Using regular microphones, academic researchers managed to pick up acoustic signals from computer displays and determine in real time the type of content on the screen.

The technique could potentially allow an attacker to run surveillance operations, exfiltrate information, or spy on the victim's browsing activity.

By studying the audio emissions from multiple LCD screens (with both CCFL and LED backlighting), the researchers noticed a connection between the images displayed and the sound they made. They found that what is shown on screen comes with a distinct audio signature.

The audio produced by computer screens comes from the power supply emitting a high-pitch noise when modulating current. The sound varies according to the power requirements needed to render the visual content; it is barely noticeable by the human ear, but common microphones have no problem detecting and recording it.

After working with simple visual models and analyzing the spectogram of their audio recording, the researchers were able to create a fingerprint that could be used to recognize content from other captures.

A successful attack needs planning

The researchers experimented with their technique from an attacker's perspective, who needs to be prepared to deal with variables that influence the recording, such as environmental noise, distance, type of microphone and its position relative to the screen.

To minimize the risk of failure, an attacker should have sufficient markers to identify the content they're interested in (websites, text), and a model to spot the patterns automatically.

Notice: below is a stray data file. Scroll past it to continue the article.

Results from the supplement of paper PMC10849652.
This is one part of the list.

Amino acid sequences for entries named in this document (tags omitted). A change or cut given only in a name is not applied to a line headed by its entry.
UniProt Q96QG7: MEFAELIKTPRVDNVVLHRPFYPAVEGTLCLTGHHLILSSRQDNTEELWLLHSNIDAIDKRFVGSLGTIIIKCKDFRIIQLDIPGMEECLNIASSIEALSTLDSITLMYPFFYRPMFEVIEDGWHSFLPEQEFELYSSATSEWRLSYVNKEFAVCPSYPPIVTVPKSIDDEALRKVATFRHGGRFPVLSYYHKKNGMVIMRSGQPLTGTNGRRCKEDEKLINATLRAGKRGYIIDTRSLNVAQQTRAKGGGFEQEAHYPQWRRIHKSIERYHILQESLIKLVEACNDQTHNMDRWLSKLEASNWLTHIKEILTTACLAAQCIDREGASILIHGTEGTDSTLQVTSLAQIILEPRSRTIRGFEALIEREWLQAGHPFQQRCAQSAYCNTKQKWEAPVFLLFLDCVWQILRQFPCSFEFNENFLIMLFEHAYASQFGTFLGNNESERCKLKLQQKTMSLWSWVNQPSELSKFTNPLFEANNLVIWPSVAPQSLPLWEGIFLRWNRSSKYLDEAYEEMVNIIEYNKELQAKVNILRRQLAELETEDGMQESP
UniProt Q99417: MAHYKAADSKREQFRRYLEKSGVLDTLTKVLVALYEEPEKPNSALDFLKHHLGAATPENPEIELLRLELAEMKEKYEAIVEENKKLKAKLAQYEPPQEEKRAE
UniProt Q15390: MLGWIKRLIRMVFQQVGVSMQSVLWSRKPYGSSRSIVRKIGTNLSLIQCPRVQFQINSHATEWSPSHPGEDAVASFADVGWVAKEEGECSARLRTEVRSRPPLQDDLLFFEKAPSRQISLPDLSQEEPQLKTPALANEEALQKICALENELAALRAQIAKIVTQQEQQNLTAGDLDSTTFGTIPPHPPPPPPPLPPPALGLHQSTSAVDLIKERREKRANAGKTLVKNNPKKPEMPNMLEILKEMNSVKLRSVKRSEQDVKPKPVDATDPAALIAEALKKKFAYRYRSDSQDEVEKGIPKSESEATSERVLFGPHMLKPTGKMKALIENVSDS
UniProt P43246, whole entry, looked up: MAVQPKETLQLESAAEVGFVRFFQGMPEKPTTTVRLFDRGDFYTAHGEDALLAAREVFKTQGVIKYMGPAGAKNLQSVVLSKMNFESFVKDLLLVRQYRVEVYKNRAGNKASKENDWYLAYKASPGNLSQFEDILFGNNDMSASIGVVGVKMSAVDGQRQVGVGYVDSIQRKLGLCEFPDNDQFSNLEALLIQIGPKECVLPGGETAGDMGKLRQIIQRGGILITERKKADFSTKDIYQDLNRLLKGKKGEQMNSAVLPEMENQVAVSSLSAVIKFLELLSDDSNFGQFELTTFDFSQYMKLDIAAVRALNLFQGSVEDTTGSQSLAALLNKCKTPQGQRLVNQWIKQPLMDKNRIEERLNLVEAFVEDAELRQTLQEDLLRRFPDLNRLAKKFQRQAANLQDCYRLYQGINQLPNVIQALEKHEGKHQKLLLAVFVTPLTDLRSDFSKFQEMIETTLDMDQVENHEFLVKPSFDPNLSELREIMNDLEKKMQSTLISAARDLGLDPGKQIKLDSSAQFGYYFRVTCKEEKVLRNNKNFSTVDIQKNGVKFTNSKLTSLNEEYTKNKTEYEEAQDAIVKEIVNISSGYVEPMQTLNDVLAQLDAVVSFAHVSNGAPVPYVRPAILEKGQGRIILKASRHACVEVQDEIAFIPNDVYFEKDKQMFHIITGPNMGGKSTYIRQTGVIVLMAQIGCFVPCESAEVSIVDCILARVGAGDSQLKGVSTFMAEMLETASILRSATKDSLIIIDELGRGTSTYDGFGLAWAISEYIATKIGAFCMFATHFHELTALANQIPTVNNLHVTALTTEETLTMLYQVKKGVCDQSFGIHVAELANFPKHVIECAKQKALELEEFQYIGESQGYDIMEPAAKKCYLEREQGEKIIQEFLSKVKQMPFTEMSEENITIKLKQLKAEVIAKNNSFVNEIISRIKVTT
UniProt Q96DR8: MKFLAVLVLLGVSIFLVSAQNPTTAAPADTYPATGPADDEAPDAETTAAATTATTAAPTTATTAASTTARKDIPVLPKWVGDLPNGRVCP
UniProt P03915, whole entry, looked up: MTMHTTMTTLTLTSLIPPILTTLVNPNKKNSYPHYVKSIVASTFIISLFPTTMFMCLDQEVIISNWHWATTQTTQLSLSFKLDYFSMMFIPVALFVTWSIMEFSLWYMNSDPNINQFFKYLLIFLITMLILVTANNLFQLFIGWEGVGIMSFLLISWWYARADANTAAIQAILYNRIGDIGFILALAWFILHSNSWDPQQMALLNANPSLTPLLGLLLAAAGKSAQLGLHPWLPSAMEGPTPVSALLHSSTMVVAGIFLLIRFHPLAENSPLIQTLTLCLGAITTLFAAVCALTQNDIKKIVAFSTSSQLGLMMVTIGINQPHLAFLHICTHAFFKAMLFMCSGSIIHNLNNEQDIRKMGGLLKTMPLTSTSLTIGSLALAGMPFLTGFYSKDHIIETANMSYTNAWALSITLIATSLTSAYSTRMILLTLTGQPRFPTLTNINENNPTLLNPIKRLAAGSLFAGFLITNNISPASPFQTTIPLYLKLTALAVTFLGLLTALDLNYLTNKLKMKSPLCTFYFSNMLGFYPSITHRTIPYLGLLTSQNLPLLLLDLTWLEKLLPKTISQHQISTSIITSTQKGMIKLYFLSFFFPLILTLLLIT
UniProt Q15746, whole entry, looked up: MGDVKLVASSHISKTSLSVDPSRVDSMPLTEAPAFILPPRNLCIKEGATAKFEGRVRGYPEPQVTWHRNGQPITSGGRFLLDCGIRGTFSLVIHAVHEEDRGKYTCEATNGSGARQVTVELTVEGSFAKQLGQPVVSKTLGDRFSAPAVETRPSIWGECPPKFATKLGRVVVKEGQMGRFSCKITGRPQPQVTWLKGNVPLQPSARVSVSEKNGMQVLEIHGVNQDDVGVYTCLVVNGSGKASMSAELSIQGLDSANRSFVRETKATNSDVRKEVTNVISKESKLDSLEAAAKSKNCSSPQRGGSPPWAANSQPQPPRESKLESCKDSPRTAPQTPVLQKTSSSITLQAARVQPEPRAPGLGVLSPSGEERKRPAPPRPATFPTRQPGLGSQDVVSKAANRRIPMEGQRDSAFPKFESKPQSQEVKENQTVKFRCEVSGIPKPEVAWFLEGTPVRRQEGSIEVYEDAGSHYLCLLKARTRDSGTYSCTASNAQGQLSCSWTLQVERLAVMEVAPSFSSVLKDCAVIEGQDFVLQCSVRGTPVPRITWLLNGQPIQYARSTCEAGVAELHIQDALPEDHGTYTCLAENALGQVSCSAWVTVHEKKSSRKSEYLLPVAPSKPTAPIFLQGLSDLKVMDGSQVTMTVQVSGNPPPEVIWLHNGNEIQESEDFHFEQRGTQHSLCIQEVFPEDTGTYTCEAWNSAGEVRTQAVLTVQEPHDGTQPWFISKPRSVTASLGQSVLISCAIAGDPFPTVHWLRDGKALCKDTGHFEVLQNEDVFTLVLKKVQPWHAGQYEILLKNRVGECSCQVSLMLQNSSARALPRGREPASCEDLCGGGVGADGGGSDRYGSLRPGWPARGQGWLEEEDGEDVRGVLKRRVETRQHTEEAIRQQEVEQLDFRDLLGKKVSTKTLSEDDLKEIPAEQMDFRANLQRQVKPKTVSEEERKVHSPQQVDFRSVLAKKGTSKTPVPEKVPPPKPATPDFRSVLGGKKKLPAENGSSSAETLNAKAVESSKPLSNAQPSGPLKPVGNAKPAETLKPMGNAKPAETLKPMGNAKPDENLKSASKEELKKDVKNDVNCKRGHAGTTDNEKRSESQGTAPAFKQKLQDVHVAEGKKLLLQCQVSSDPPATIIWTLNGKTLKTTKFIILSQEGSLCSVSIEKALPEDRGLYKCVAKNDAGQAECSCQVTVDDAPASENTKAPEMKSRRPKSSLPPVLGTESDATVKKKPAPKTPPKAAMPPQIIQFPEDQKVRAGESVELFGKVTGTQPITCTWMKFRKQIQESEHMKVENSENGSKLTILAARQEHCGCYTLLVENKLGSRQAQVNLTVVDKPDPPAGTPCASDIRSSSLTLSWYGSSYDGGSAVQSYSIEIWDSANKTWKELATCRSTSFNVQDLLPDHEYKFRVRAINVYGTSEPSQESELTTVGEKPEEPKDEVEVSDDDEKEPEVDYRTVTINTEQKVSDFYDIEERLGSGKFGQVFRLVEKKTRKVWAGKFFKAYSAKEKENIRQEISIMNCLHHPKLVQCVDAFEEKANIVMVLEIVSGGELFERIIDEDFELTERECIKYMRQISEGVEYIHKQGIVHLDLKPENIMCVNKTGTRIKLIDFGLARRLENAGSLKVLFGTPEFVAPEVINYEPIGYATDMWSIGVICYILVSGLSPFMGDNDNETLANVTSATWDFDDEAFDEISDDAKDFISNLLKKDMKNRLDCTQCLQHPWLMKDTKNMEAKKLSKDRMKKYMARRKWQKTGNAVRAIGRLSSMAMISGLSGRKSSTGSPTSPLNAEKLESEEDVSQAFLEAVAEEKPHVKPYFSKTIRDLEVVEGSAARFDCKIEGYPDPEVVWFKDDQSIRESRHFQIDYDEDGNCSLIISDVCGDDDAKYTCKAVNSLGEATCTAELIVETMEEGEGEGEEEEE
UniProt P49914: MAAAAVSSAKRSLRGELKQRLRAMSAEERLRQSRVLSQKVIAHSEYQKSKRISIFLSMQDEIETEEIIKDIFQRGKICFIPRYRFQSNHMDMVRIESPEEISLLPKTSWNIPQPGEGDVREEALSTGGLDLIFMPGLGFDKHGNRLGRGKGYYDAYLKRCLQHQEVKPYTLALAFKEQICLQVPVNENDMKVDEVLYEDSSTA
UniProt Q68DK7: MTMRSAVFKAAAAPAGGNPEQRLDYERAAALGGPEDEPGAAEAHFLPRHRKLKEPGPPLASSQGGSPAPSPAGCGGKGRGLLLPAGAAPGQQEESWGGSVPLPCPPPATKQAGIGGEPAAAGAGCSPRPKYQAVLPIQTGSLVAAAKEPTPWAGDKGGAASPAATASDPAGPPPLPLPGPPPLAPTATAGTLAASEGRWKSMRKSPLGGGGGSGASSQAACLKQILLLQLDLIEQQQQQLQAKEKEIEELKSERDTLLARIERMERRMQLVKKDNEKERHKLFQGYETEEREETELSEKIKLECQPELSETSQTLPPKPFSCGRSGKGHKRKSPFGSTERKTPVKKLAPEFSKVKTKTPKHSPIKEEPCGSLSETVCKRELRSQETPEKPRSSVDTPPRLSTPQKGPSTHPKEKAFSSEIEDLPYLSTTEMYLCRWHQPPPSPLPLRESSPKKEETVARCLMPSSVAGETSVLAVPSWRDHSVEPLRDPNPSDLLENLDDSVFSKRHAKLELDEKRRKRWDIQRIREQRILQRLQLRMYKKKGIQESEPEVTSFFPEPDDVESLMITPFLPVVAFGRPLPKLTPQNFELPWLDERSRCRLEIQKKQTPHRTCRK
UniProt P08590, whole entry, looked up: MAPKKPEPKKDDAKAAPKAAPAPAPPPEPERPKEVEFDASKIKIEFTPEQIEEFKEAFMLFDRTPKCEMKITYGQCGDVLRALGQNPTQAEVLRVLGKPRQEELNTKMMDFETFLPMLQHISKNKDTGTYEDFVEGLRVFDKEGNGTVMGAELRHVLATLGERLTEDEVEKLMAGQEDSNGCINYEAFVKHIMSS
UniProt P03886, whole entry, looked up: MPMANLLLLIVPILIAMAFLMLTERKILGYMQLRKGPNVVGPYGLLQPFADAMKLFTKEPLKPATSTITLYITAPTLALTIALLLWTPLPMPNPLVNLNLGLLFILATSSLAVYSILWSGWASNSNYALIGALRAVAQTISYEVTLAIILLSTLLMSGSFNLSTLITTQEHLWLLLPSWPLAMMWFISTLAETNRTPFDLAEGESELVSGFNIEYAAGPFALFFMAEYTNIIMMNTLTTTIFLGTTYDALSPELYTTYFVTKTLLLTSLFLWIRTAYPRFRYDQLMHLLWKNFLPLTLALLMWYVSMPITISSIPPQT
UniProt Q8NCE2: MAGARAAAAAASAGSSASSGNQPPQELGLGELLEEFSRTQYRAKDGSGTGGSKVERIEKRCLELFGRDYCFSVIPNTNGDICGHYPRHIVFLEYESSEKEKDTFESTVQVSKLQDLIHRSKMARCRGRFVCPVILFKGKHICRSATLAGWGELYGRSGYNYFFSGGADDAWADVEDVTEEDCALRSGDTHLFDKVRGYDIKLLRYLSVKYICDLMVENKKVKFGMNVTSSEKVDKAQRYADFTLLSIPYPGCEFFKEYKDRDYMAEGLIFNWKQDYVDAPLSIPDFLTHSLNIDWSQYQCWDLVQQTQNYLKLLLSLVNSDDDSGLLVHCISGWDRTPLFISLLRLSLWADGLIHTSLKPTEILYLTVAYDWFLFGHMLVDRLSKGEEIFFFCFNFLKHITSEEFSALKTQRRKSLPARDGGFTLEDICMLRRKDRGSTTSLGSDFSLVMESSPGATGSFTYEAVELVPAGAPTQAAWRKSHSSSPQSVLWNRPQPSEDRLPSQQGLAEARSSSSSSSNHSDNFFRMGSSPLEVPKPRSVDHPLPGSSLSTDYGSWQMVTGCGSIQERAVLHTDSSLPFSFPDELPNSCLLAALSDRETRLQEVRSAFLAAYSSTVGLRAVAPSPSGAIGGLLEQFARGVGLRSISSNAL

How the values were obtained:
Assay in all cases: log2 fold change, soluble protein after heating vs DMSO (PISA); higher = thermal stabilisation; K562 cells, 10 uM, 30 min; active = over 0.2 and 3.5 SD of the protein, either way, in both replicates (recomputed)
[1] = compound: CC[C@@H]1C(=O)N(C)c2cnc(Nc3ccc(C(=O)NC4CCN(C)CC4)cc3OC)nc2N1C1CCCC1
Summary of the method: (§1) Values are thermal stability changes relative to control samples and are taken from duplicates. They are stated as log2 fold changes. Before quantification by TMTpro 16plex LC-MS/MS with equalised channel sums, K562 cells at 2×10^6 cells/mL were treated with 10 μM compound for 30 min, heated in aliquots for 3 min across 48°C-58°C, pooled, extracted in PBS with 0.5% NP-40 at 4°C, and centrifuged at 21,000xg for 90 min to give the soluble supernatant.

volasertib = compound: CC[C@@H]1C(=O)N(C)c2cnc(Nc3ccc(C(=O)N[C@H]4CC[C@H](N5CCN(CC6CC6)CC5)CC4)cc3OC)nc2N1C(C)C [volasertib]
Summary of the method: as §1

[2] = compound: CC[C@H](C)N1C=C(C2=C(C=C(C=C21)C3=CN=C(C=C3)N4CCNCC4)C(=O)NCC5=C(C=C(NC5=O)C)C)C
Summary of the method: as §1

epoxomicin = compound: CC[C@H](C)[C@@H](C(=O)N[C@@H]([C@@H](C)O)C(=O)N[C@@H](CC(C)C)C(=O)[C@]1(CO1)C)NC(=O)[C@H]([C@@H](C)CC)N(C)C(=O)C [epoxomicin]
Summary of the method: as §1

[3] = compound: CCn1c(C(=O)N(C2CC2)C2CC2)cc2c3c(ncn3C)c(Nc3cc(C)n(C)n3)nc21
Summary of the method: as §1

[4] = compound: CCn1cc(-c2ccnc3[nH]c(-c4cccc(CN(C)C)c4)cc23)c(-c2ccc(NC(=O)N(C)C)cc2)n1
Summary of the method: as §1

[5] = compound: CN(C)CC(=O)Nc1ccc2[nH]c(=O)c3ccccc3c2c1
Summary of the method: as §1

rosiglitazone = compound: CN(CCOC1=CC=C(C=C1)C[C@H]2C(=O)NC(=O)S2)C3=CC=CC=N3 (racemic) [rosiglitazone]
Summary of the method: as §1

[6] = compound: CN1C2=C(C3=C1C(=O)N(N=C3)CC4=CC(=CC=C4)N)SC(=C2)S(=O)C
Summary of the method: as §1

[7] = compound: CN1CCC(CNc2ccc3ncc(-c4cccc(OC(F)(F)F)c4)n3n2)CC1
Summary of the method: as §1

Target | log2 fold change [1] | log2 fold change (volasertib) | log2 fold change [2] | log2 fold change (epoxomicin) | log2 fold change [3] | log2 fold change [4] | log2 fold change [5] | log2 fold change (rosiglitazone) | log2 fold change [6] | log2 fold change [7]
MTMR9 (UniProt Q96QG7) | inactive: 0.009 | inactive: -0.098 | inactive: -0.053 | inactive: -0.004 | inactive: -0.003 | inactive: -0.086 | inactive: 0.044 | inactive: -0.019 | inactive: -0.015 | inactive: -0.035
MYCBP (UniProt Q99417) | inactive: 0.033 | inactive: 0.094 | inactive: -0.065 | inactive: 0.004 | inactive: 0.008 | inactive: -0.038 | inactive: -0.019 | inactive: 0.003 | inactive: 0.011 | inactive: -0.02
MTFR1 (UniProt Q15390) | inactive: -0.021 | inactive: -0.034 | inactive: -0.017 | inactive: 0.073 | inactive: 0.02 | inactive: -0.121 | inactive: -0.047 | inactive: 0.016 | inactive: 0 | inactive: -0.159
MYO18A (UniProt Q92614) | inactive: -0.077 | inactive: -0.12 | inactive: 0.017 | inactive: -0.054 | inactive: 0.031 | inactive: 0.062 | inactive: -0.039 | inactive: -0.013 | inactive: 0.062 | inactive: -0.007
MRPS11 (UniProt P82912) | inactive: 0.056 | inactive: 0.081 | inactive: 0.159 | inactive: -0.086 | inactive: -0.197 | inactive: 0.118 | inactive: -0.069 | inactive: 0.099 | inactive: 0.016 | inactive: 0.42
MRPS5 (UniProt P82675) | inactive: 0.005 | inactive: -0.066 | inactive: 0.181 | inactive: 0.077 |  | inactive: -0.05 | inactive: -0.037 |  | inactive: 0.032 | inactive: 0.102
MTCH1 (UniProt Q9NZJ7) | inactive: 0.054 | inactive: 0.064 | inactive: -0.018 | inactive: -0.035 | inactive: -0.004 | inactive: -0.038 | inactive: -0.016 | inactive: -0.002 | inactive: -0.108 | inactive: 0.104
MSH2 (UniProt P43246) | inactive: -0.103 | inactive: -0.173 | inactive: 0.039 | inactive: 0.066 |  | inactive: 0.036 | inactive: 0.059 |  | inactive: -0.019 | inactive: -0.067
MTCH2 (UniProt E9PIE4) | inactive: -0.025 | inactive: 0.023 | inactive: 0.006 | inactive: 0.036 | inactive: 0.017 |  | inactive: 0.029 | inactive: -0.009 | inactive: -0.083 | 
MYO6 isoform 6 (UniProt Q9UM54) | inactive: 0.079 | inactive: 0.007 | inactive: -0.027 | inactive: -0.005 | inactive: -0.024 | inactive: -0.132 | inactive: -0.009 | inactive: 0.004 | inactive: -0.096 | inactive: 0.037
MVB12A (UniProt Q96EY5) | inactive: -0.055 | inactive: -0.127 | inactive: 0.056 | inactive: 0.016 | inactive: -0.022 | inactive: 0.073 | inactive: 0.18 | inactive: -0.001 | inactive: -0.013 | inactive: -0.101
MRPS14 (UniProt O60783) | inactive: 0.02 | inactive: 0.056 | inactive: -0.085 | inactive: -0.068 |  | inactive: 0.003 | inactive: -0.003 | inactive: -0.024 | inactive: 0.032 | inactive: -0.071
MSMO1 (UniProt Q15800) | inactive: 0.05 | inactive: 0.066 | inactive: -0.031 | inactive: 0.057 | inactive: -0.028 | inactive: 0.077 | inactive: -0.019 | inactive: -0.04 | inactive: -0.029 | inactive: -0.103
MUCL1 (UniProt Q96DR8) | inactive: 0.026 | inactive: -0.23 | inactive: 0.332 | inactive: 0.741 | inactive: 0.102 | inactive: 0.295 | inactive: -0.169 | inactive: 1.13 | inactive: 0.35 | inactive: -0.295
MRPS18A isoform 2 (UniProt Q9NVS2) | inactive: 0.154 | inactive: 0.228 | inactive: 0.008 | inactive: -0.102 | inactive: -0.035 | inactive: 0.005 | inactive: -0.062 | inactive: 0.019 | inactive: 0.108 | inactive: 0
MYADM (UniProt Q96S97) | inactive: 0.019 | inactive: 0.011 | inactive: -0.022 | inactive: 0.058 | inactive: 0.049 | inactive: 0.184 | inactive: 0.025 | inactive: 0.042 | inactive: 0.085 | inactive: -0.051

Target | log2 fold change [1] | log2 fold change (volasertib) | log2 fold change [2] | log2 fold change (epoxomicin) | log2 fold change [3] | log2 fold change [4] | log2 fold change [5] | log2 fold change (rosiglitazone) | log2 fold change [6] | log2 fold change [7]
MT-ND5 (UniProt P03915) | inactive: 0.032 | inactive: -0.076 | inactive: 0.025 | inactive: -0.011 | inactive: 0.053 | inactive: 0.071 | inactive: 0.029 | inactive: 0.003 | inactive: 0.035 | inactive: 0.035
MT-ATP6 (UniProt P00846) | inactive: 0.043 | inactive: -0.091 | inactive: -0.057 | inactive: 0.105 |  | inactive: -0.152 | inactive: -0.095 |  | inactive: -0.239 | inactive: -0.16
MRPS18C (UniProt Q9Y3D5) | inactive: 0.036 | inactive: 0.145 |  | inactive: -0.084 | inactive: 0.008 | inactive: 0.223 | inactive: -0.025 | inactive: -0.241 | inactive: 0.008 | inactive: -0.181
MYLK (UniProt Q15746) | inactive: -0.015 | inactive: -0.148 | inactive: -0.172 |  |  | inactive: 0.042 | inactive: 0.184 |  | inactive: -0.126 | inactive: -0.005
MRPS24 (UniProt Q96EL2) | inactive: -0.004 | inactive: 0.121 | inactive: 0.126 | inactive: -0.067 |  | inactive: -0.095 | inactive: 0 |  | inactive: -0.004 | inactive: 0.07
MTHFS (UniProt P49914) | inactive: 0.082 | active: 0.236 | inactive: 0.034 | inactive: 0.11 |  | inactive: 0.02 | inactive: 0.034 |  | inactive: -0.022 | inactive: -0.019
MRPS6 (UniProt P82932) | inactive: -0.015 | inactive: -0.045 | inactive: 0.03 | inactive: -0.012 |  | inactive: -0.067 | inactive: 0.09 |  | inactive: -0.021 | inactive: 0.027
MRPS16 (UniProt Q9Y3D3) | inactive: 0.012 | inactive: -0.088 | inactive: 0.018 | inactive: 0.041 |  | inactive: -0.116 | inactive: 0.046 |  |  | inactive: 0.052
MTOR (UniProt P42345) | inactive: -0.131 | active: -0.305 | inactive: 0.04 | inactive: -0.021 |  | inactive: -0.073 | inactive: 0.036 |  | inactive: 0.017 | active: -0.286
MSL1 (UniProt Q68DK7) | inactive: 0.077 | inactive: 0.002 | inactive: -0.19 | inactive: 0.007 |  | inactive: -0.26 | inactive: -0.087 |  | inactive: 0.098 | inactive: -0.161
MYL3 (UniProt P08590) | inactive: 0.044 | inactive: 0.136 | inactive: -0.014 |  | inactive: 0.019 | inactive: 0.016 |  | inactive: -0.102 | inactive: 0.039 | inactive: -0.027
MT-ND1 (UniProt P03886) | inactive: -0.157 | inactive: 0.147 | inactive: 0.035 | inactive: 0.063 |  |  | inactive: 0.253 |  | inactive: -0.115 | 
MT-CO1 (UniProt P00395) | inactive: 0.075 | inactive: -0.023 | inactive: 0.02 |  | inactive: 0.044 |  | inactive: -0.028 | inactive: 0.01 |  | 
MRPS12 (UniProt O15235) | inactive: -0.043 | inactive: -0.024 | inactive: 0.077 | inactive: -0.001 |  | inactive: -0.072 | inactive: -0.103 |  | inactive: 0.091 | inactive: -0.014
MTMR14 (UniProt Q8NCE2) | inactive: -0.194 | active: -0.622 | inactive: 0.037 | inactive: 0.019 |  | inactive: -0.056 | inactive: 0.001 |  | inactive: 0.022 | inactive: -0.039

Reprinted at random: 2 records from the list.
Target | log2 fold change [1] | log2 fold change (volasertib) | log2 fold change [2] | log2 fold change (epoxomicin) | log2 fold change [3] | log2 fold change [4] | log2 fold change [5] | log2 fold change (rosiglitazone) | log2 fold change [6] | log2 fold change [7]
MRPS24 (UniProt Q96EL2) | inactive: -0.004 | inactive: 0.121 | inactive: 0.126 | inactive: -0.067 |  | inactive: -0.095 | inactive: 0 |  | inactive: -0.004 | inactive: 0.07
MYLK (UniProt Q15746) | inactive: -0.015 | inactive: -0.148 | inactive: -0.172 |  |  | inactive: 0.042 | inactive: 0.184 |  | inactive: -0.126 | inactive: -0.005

"[I]n an off-line stage, the attacker collects training data (audio traces) to characterize the acoustic emanations of a given type of screen, and uses
machine-learning to train a model that distinguishes the screen content of interest (e.g., websites, text, or keystrokes)," reads the research paper.

Getting relevant audio emissions

The next step is to grab the audio, a task that does not necessarily require proximity. Recordings of VoIP and video-conference calls include sounds pertinent to creating a fingerprint of the image on the screen.

"In fact, users often make an effort to place their webcam (and thus, microphone) in close proximity to the screen, in order to maintain eye contact during the video conference, thereby offering high-quality measurements to would-be attackers," explains the paper.

The researchers tested other methods to grab the audio data from the display. They were able to capture the leaks using a smartphone positioned near the screen and smart virtual assistants (Amazon Alexa and Google Home). They even tried a parabolic microphone from a 10m line-of-sight aimed at the back of the computer monitor.

Results are in

The tests ran in an office environment, to simulate a realistic scenario, with noise from other electronic equipment and people talking near the microphone.

The experiments used fingerprints of 97 websites, to determine if the attacker could identify which one was displayed on the victim's monitor screen.

Errors occurred in 8% of the close-range and phone attacks, and double that much in at-distance attempts. However, the scenarios that involved proximity of the recording device attained a validation set accuracy of 97%.  For the at-distance experiments, the success rate was 90.9%.

A text extraction attack was also tested, to simulate the stealing of sensitive information. In this case, it is assumed that the attacker knows the content type shown on the monitor and that the text font is quite large.

Per-character validation typically ranged from 88% to 98%. From 100 recordings of test words, in 56 cases the most probable word on the list was the right one, and in 72 instances it popped in the top five most probable words. The algorithm had 55,000 words to pick from.

While it is only an experiment unlikely to become a popular attack method any time soon, the researchers discussed a variety of mitigations.

Measures that eliminate the acoustic emanation, mask or shield it, are costly for manufacturers, or they are difficult to implement. 

A viable solution could be software mitigations similar to those against the electromagnetic Tempest attack.